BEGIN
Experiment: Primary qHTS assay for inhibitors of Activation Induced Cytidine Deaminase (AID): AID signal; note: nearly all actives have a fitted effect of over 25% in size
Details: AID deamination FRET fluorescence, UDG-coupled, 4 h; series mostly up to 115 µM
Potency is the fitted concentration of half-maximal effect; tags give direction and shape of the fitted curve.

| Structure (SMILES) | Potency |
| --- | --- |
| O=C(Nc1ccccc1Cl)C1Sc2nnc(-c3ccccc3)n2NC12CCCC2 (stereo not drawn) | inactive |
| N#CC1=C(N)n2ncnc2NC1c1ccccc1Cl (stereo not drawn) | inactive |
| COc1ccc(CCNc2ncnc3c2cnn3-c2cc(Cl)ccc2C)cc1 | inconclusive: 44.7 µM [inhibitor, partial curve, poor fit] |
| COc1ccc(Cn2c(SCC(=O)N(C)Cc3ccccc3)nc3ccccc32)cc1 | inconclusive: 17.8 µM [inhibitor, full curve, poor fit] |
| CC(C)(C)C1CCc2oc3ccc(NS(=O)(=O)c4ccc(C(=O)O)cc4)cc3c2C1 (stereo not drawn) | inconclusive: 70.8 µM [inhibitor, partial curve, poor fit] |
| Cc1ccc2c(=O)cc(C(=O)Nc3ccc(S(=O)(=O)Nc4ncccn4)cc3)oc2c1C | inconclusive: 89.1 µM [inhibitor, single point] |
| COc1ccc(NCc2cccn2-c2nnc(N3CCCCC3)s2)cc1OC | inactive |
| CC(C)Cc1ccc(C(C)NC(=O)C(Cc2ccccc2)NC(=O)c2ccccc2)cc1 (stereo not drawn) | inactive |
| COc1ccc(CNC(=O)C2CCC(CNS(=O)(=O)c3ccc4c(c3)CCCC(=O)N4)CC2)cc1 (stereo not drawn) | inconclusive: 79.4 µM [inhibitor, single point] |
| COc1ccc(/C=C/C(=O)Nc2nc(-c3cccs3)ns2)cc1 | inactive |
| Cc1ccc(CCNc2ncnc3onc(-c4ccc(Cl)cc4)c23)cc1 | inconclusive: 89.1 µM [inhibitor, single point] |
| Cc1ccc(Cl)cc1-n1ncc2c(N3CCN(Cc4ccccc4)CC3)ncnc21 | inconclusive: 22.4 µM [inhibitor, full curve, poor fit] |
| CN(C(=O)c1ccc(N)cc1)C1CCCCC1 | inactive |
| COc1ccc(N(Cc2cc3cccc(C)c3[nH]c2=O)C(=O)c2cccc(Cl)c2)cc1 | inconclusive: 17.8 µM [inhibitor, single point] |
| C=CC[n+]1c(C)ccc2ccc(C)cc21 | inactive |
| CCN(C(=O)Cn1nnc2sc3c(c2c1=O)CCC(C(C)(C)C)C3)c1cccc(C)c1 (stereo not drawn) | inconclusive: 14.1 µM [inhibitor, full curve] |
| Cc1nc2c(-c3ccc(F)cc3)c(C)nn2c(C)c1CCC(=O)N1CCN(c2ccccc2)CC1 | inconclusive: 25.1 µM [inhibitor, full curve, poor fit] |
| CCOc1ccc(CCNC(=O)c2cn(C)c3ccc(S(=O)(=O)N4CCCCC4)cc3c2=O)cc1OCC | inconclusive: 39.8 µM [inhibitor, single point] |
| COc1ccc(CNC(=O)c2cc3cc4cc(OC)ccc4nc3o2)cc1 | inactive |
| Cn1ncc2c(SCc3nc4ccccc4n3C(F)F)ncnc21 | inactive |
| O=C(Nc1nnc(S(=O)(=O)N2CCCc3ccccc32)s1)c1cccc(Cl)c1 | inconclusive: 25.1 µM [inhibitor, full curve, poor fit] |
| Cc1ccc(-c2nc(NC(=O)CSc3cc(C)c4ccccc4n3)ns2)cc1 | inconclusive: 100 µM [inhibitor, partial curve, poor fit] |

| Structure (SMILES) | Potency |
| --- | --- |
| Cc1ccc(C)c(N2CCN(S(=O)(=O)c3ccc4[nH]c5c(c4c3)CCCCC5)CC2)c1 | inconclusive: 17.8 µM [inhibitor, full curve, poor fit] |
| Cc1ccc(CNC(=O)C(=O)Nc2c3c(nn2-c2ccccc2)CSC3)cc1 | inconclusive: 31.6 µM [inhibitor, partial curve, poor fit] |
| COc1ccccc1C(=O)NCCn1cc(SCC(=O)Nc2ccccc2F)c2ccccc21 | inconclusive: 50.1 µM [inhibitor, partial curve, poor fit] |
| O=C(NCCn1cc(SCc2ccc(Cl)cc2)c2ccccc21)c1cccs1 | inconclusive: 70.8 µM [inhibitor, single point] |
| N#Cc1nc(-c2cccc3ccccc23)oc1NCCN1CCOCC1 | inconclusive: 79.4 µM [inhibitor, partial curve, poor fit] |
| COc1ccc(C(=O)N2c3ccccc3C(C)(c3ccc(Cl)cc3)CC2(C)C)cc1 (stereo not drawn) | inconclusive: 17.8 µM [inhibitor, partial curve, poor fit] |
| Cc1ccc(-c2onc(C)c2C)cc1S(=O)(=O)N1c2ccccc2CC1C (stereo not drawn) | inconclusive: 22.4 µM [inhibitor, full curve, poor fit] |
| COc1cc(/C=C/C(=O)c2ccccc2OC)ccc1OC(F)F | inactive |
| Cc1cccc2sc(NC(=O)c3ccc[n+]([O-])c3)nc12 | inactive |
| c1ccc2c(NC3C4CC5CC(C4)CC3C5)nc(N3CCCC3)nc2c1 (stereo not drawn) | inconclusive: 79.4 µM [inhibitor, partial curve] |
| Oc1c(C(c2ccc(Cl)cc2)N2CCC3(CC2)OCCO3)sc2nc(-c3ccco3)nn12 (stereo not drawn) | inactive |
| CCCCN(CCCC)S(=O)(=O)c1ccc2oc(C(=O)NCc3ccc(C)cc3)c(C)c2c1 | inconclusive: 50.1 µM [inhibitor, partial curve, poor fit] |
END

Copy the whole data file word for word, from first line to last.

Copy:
Experiment: Primary qHTS assay for inhibitors of Activation Induced Cytidine Deaminase (AID): AID signal; note: nearly all actives have a fitted effect of over 25% in size
Details: AID deamination FRET fluorescence, UDG-coupled, 4 h; series mostly up to 115 µM
Potency is the fitted concentration of half-maximal effect; tags give direction and shape of the fitted curve.

| Structure (SMILES) | Potency |
| --- | --- |
| O=C(Nc1ccccc1Cl)C1Sc2nnc(-c3ccccc3)n2NC12CCCC2 (stereo not drawn) | inactive |
| N#CC1=C(N)n2ncnc2NC1c1ccccc1Cl (stereo not drawn) | inactive |
| COc1ccc(CCNc2ncnc3c2cnn3-c2cc(Cl)ccc2C)cc1 | inconclusive: 44.7 µM [inhibitor, partial curve, poor fit] |
| COc1ccc(Cn2c(SCC(=O)N(C)Cc3ccccc3)nc3ccccc32)cc1 | inconclusive: 17.8 µM [inhibitor, full curve, poor fit] |
| CC(C)(C)C1CCc2oc3ccc(NS(=O)(=O)c4ccc(C(=O)O)cc4)cc3c2C1 (stereo not drawn) | inconclusive: 70.8 µM [inhibitor, partial curve, poor fit] |
| Cc1ccc2c(=O)cc(C(=O)Nc3ccc(S(=O)(=O)Nc4ncccn4)cc3)oc2c1C | inconclusive: 89.1 µM [inhibitor, single point] |
| COc1ccc(NCc2cccn2-c2nnc(N3CCCCC3)s2)cc1OC | inactive |
| CC(C)Cc1ccc(C(C)NC(=O)C(Cc2ccccc2)NC(=O)c2ccccc2)cc1 (stereo not drawn) | inactive |
| COc1ccc(CNC(=O)C2CCC(CNS(=O)(=O)c3ccc4c(c3)CCCC(=O)N4)CC2)cc1 (stereo not drawn) | inconclusive: 79.4 µM [inhibitor, single point] |
| COc1ccc(/C=C/C(=O)Nc2nc(-c3cccs3)ns2)cc1 | inactive |
| Cc1ccc(CCNc2ncnc3onc(-c4ccc(Cl)cc4)c23)cc1 | inconclusive: 89.1 µM [inhibitor, single point] |
| Cc1ccc(Cl)cc1-n1ncc2c(N3CCN(Cc4ccccc4)CC3)ncnc21 | inconclusive: 22.4 µM [inhibitor, full curve, poor fit] |
| CN(C(=O)c1ccc(N)cc1)C1CCCCC1 | inactive |
| COc1ccc(N(Cc2cc3cccc(C)c3[nH]c2=O)C(=O)c2cccc(Cl)c2)cc1 | inconclusive: 17.8 µM [inhibitor, single point] |
| C=CC[n+]1c(C)ccc2ccc(C)cc21 | inactive |
| CCN(C(=O)Cn1nnc2sc3c(c2c1=O)CCC(C(C)(C)C)C3)c1cccc(C)c1 (stereo not drawn) | inconclusive: 14.1 µM [inhibitor, full curve] |
| Cc1nc2c(-c3ccc(F)cc3)c(C)nn2c(C)c1CCC(=O)N1CCN(c2ccccc2)CC1 | inconclusive: 25.1 µM [inhibitor, full curve, poor fit] |
| CCOc1ccc(CCNC(=O)c2cn(C)c3ccc(S(=O)(=O)N4CCCCC4)cc3c2=O)cc1OCC | inconclusive: 39.8 µM [inhibitor, single point] |
| COc1ccc(CNC(=O)c2cc3cc4cc(OC)ccc4nc3o2)cc1 | inactive |
| Cn1ncc2c(SCc3nc4ccccc4n3C(F)F)ncnc21 | inactive |
| O=C(Nc1nnc(S(=O)(=O)N2CCCc3ccccc32)s1)c1cccc(Cl)c1 | inconclusive: 25.1 µM [inhibitor, full curve, poor fit] |
| Cc1ccc(-c2nc(NC(=O)CSc3cc(C)c4ccccc4n3)ns2)cc1 | inconclusive: 100 µM [inhibitor, partial curve, poor fit] |

| Structure (SMILES) | Potency |
| --- | --- |
| Cc1ccc(C)c(N2CCN(S(=O)(=O)c3ccc4[nH]c5c(c4c3)CCCCC5)CC2)c1 | inconclusive: 17.8 µM [inhibitor, full curve, poor fit] |
| Cc1ccc(CNC(=O)C(=O)Nc2c3c(nn2-c2ccccc2)CSC3)cc1 | inconclusive: 31.6 µM [inhibitor, partial curve, poor fit] |
| COc1ccccc1C(=O)NCCn1cc(SCC(=O)Nc2ccccc2F)c2ccccc21 | inconclusive: 50.1 µM [inhibitor, partial curve, poor fit] |
| O=C(NCCn1cc(SCc2ccc(Cl)cc2)c2ccccc21)c1cccs1 | inconclusive: 70.8 µM [inhibitor, single point] |
| N#Cc1nc(-c2cccc3ccccc23)oc1NCCN1CCOCC1 | inconclusive: 79.4 µM [inhibitor, partial curve, poor fit] |
| COc1ccc(C(=O)N2c3ccccc3C(C)(c3ccc(Cl)cc3)CC2(C)C)cc1 (stereo not drawn) | inconclusive: 17.8 µM [inhibitor, partial curve, poor fit] |
| Cc1ccc(-c2onc(C)c2C)cc1S(=O)(=O)N1c2ccccc2CC1C (stereo not drawn) | inconclusive: 22.4 µM [inhibitor, full curve, poor fit] |
| COc1cc(/C=C/C(=O)c2ccccc2OC)ccc1OC(F)F | inactive |
| Cc1cccc2sc(NC(=O)c3ccc[n+]([O-])c3)nc12 | inactive |
| c1ccc2c(NC3C4CC5CC(C4)CC3C5)nc(N3CCCC3)nc2c1 (stereo not drawn) | inconclusive: 79.4 µM [inhibitor, partial curve] |
| Oc1c(C(c2ccc(Cl)cc2)N2CCC3(CC2)OCCO3)sc2nc(-c3ccco3)nn12 (stereo not drawn) | inactive |
| CCCCN(CCCC)S(=O)(=O)c1ccc2oc(C(=O)NCc3ccc(C)cc3)c(C)c2c1 | inconclusive: 50.1 µM [inhibitor, partial curve, poor fit] |